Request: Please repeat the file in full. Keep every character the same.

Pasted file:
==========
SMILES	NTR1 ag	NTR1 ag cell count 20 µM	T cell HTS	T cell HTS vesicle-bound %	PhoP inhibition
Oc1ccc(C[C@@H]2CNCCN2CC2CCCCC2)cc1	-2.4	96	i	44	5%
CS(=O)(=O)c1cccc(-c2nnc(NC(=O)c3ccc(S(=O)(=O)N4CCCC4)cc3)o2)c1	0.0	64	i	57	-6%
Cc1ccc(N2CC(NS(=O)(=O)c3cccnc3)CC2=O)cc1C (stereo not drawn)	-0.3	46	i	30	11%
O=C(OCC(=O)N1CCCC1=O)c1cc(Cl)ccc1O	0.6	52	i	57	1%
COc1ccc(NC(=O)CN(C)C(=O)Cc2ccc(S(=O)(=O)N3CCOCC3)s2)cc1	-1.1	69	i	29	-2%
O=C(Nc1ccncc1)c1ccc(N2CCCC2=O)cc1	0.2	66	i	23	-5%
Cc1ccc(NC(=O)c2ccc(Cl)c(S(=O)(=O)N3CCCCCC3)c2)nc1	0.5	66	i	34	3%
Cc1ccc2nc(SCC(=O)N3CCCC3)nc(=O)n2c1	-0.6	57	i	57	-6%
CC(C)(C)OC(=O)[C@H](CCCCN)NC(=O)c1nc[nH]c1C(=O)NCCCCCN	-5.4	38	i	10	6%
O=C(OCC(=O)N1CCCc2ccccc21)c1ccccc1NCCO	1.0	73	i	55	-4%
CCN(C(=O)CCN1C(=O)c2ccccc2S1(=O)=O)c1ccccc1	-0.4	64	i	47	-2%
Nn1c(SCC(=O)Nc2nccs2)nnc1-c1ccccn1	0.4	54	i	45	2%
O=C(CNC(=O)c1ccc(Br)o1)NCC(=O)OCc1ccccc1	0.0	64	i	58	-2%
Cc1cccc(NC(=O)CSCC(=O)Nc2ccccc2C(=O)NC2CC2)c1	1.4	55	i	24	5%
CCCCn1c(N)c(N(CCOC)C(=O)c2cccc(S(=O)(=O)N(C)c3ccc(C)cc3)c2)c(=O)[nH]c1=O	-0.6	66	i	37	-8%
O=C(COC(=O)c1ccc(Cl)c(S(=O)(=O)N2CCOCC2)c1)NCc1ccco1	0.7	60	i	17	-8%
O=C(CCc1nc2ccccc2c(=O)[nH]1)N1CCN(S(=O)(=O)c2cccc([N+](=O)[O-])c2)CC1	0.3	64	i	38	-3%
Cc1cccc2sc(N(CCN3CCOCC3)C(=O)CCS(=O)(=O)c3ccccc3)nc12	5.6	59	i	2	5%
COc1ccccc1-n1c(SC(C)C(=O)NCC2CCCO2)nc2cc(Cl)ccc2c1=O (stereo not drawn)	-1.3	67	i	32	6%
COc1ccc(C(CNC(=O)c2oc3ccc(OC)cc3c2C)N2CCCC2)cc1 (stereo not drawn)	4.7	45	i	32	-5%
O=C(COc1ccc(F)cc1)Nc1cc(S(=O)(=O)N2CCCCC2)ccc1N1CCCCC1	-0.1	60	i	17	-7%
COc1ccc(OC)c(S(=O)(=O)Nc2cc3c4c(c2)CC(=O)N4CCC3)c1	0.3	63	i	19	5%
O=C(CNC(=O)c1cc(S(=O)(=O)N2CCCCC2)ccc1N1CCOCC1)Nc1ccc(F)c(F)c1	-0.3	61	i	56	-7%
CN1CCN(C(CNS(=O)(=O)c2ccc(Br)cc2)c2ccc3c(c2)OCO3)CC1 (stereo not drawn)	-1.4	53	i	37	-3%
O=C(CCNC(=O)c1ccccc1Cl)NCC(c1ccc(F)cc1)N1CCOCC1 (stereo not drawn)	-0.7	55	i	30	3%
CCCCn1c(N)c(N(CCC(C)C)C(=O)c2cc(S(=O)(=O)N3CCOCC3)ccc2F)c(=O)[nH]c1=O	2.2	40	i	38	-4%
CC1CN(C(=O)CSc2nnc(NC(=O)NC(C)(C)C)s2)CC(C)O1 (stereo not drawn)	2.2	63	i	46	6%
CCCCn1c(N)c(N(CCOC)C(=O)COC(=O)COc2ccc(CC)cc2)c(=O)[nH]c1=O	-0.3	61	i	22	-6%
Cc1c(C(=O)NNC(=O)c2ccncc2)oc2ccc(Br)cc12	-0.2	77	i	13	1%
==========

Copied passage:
SMILES	NTR1 ag	NTR1 ag cell count 20 µM	T cell HTS	T cell HTS vesicle-bound %	PhoP inhibition
Oc1ccc(C[C@@H]2CNCCN2CC2CCCCC2)cc1	-2.4	96	i	44	5%
CS(=O)(=O)c1cccc(-c2nnc(NC(=O)c3ccc(S(=O)(=O)N4CCCC4)cc3)o2)c1	0.0	64	i	57	-6%
Cc1ccc(N2CC(NS(=O)(=O)c3cccnc3)CC2=O)cc1C (stereo not drawn)	-0.3	46	i	30	11%
O=C(OCC(=O)N1CCCC1=O)c1cc(Cl)ccc1O	0.6	52	i	57	1%
COc1ccc(NC(=O)CN(C)C(=O)Cc2ccc(S(=O)(=O)N3CCOCC3)s2)cc1	-1.1	69	i	29	-2%
O=C(Nc1ccncc1)c1ccc(N2CCCC2=O)cc1	0.2	66	i	23	-5%
Cc1ccc(NC(=O)c2ccc(Cl)c(S(=O)(=O)N3CCCCCC3)c2)nc1	0.5	66	i	34	3%
Cc1ccc2nc(SCC(=O)N3CCCC3)nc(=O)n2c1	-0.6	57	i	57	-6%
CC(C)(C)OC(=O)[C@H](CCCCN)NC(=O)c1nc[nH]c1C(=O)NCCCCCN	-5.4	38	i	10	6%
O=C(OCC(=O)N1CCCc2ccccc21)c1ccccc1NCCO	1.0	73	i	55	-4%
CCN(C(=O)CCN1C(=O)c2ccccc2S1(=O)=O)c1ccccc1	-0.4	64	i	47	-2%
Nn1c(SCC(=O)Nc2nccs2)nnc1-c1ccccn1	0.4	54	i	45	2%
O=C(CNC(=O)c1ccc(Br)o1)NCC(=O)OCc1ccccc1	0.0	64	i	58	-2%
Cc1cccc(NC(=O)CSCC(=O)Nc2ccccc2C(=O)NC2CC2)c1	1.4	55	i	24	5%
CCCCn1c(N)c(N(CCOC)C(=O)c2cccc(S(=O)(=O)N(C)c3ccc(C)cc3)c2)c(=O)[nH]c1=O	-0.6	66	i	37	-8%
O=C(COC(=O)c1ccc(Cl)c(S(=O)(=O)N2CCOCC2)c1)NCc1ccco1	0.7	60	i	17	-8%
O=C(CCc1nc2ccccc2c(=O)[nH]1)N1CCN(S(=O)(=O)c2cccc([N+](=O)[O-])c2)CC1	0.3	64	i	38	-3%
Cc1cccc2sc(N(CCN3CCOCC3)C(=O)CCS(=O)(=O)c3ccccc3)nc12	5.6	59	i	2	5%
COc1ccccc1-n1c(SC(C)C(=O)NCC2CCCO2)nc2cc(Cl)ccc2c1=O (stereo not drawn)	-1.3	67	i	32	6%
COc1ccc(C(CNC(=O)c2oc3ccc(OC)cc3c2C)N2CCCC2)cc1 (stereo not drawn)	4.7	45	i	32	-5%
O=C(COc1ccc(F)cc1)Nc1cc(S(=O)(=O)N2CCCCC2)ccc1N1CCCCC1	-0.1	60	i	17	-7%
COc1ccc(OC)c(S(=O)(=O)Nc2cc3c4c(c2)CC(=O)N4CCC3)c1	0.3	63	i	19	5%
O=C(CNC(=O)c1cc(S(=O)(=O)N2CCCCC2)ccc1N1CCOCC1)Nc1ccc(F)c(F)c1	-0.3	61	i	56	-7%
CN1CCN(C(CNS(=O)(=O)c2ccc(Br)cc2)c2ccc3c(c2)OCO3)CC1 (stereo not drawn)	-1.4	53	i	37	-3%
O=C(CCNC(=O)c1ccccc1Cl)NCC(c1ccc(F)cc1)N1CCOCC1 (stereo not drawn)	-0.7	55	i	30	3%
CCCCn1c(N)c(N(CCC(C)C)C(=O)c2cc(S(=O)(=O)N3CCOCC3)ccc2F)c(=O)[nH]c1=O	2.2	40	i	38	-4%
CC1CN(C(=O)CSc2nnc(NC(=O)NC(C)(C)C)s2)CC(C)O1 (stereo not drawn)	2.2	63	i	46	6%
CCCCn1c(N)c(N(CCOC)C(=O)COC(=O)COc2ccc(CC)cc2)c(=O)[nH]c1=O	-0.3	61	i	22	-6%
Cc1c(C(=O)NNC(=O)c2ccncc2)oc2ccc(Br)cc12	-0.2	77	i	13	1%